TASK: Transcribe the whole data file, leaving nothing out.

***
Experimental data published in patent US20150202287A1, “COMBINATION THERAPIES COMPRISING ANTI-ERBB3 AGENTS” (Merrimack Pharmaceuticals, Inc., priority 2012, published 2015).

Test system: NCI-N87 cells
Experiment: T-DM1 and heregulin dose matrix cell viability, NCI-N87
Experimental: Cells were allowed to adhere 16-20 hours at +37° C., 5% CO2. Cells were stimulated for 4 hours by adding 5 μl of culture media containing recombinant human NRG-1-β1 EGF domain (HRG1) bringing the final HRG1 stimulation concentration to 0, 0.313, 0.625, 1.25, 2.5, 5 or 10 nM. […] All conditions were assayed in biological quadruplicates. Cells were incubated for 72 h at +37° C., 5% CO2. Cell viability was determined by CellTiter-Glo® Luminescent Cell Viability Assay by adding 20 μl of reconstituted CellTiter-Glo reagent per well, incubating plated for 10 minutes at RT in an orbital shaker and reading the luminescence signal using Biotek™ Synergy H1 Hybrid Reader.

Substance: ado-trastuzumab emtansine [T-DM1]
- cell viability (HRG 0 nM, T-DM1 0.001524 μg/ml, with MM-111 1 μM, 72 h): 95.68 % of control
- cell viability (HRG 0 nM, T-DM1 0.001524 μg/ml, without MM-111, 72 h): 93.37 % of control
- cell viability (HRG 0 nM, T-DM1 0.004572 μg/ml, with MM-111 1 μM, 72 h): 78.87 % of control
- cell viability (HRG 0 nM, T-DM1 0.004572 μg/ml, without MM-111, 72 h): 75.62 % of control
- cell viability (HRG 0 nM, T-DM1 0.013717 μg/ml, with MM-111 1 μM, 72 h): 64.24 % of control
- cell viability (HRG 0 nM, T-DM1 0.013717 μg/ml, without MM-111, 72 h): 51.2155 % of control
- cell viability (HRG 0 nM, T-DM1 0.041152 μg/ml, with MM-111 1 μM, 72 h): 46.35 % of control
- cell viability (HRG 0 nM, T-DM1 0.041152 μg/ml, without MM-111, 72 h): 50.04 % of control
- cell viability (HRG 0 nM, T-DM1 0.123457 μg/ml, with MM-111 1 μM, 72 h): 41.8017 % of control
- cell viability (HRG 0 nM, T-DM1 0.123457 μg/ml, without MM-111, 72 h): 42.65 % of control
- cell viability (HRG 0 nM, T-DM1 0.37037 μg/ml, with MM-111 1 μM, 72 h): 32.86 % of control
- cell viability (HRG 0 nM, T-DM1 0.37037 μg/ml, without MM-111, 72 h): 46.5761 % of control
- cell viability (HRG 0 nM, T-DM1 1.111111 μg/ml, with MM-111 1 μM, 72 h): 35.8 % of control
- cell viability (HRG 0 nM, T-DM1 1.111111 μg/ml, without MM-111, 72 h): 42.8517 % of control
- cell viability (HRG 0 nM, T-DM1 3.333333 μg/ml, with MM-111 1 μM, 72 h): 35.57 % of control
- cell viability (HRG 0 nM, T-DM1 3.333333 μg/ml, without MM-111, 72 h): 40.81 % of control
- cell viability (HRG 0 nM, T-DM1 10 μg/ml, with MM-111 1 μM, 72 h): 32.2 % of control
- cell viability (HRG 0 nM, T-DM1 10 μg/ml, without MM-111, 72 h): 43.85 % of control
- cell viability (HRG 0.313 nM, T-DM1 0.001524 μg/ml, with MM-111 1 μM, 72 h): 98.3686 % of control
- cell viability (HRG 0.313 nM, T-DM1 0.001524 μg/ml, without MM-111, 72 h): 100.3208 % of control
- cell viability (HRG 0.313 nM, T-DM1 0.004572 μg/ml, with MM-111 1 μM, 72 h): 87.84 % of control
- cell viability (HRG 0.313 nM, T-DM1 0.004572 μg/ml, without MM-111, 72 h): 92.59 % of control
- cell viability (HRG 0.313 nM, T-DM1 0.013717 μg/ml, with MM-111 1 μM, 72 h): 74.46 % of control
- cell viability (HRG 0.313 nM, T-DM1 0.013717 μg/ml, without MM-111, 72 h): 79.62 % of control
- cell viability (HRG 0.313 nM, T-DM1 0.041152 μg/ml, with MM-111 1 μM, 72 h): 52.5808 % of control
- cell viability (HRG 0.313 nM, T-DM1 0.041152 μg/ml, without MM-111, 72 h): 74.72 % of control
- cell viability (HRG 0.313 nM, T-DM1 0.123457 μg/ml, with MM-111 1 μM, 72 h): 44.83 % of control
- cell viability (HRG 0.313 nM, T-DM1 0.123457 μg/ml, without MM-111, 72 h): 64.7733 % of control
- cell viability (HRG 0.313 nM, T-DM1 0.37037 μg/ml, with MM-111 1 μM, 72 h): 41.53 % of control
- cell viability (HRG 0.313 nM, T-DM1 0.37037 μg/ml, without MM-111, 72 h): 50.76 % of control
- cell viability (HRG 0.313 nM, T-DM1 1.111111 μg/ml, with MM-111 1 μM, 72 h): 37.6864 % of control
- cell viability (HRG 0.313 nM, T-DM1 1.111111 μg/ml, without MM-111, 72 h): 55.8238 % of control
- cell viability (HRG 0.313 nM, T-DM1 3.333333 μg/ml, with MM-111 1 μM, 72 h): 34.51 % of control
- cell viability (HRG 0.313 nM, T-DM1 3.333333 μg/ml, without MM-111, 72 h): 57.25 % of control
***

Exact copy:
Experimental data published in patent US20150202287A1, “COMBINATION THERAPIES COMPRISING ANTI-ERBB3 AGENTS” (Merrimack Pharmaceuticals, Inc., priority 2012, published 2015).

Test system: NCI-N87 cells
Experiment: T-DM1 and heregulin dose matrix cell viability, NCI-N87
Experimental: Cells were allowed to adhere 16-20 hours at +37° C., 5% CO2. Cells were stimulated for 4 hours by adding 5 μl of culture media containing recombinant human NRG-1-β1 EGF domain (HRG1) bringing the final HRG1 stimulation concentration to 0, 0.313, 0.625, 1.25, 2.5, 5 or 10 nM. […] All conditions were assayed in biological quadruplicates. Cells were incubated for 72 h at +37° C., 5% CO2. Cell viability was determined by CellTiter-Glo® Luminescent Cell Viability Assay by adding 20 μl of reconstituted CellTiter-Glo reagent per well, incubating plated for 10 minutes at RT in an orbital shaker and reading the luminescence signal using Biotek™ Synergy H1 Hybrid Reader.

Substance: ado-trastuzumab emtansine [T-DM1]
- cell viability (HRG 0 nM, T-DM1 0.001524 μg/ml, with MM-111 1 μM, 72 h): 95.68 % of control
- cell viability (HRG 0 nM, T-DM1 0.001524 μg/ml, without MM-111, 72 h): 93.37 % of control
- cell viability (HRG 0 nM, T-DM1 0.004572 μg/ml, with MM-111 1 μM, 72 h): 78.87 % of control
- cell viability (HRG 0 nM, T-DM1 0.004572 μg/ml, without MM-111, 72 h): 75.62 % of control
- cell viability (HRG 0 nM, T-DM1 0.013717 μg/ml, with MM-111 1 μM, 72 h): 64.24 % of control
- cell viability (HRG 0 nM, T-DM1 0.013717 μg/ml, without MM-111, 72 h): 51.2155 % of control
- cell viability (HRG 0 nM, T-DM1 0.041152 μg/ml, with MM-111 1 μM, 72 h): 46.35 % of control
- cell viability (HRG 0 nM, T-DM1 0.041152 μg/ml, without MM-111, 72 h): 50.04 % of control
- cell viability (HRG 0 nM, T-DM1 0.123457 μg/ml, with MM-111 1 μM, 72 h): 41.8017 % of control
- cell viability (HRG 0 nM, T-DM1 0.123457 μg/ml, without MM-111, 72 h): 42.65 % of control
- cell viability (HRG 0 nM, T-DM1 0.37037 μg/ml, with MM-111 1 μM, 72 h): 32.86 % of control
- cell viability (HRG 0 nM, T-DM1 0.37037 μg/ml, without MM-111, 72 h): 46.5761 % of control
- cell viability (HRG 0 nM, T-DM1 1.111111 μg/ml, with MM-111 1 μM, 72 h): 35.8 % of control
- cell viability (HRG 0 nM, T-DM1 1.111111 μg/ml, without MM-111, 72 h): 42.8517 % of control
- cell viability (HRG 0 nM, T-DM1 3.333333 μg/ml, with MM-111 1 μM, 72 h): 35.57 % of control
- cell viability (HRG 0 nM, T-DM1 3.333333 μg/ml, without MM-111, 72 h): 40.81 % of control
- cell viability (HRG 0 nM, T-DM1 10 μg/ml, with MM-111 1 μM, 72 h): 32.2 % of control
- cell viability (HRG 0 nM, T-DM1 10 μg/ml, without MM-111, 72 h): 43.85 % of control
- cell viability (HRG 0.313 nM, T-DM1 0.001524 μg/ml, with MM-111 1 μM, 72 h): 98.3686 % of control
- cell viability (HRG 0.313 nM, T-DM1 0.001524 μg/ml, without MM-111, 72 h): 100.3208 % of control
- cell viability (HRG 0.313 nM, T-DM1 0.004572 μg/ml, with MM-111 1 μM, 72 h): 87.84 % of control
- cell viability (HRG 0.313 nM, T-DM1 0.004572 μg/ml, without MM-111, 72 h): 92.59 % of control
- cell viability (HRG 0.313 nM, T-DM1 0.013717 μg/ml, with MM-111 1 μM, 72 h): 74.46 % of control
- cell viability (HRG 0.313 nM, T-DM1 0.013717 μg/ml, without MM-111, 72 h): 79.62 % of control
- cell viability (HRG 0.313 nM, T-DM1 0.041152 μg/ml, with MM-111 1 μM, 72 h): 52.5808 % of control
- cell viability (HRG 0.313 nM, T-DM1 0.041152 μg/ml, without MM-111, 72 h): 74.72 % of control
- cell viability (HRG 0.313 nM, T-DM1 0.123457 μg/ml, with MM-111 1 μM, 72 h): 44.83 % of control
- cell viability (HRG 0.313 nM, T-DM1 0.123457 μg/ml, without MM-111, 72 h): 64.7733 % of control
- cell viability (HRG 0.313 nM, T-DM1 0.37037 μg/ml, with MM-111 1 μM, 72 h): 41.53 % of control
- cell viability (HRG 0.313 nM, T-DM1 0.37037 μg/ml, without MM-111, 72 h): 50.76 % of control
- cell viability (HRG 0.313 nM, T-DM1 1.111111 μg/ml, with MM-111 1 μM, 72 h): 37.6864 % of control
- cell viability (HRG 0.313 nM, T-DM1 1.111111 μg/ml, without MM-111, 72 h): 55.8238 % of control
- cell viability (HRG 0.313 nM, T-DM1 3.333333 μg/ml, with MM-111 1 μM, 72 h): 34.51 % of control
- cell viability (HRG 0.313 nM, T-DM1 3.333333 μg/ml, without MM-111, 72 h): 57.25 % of control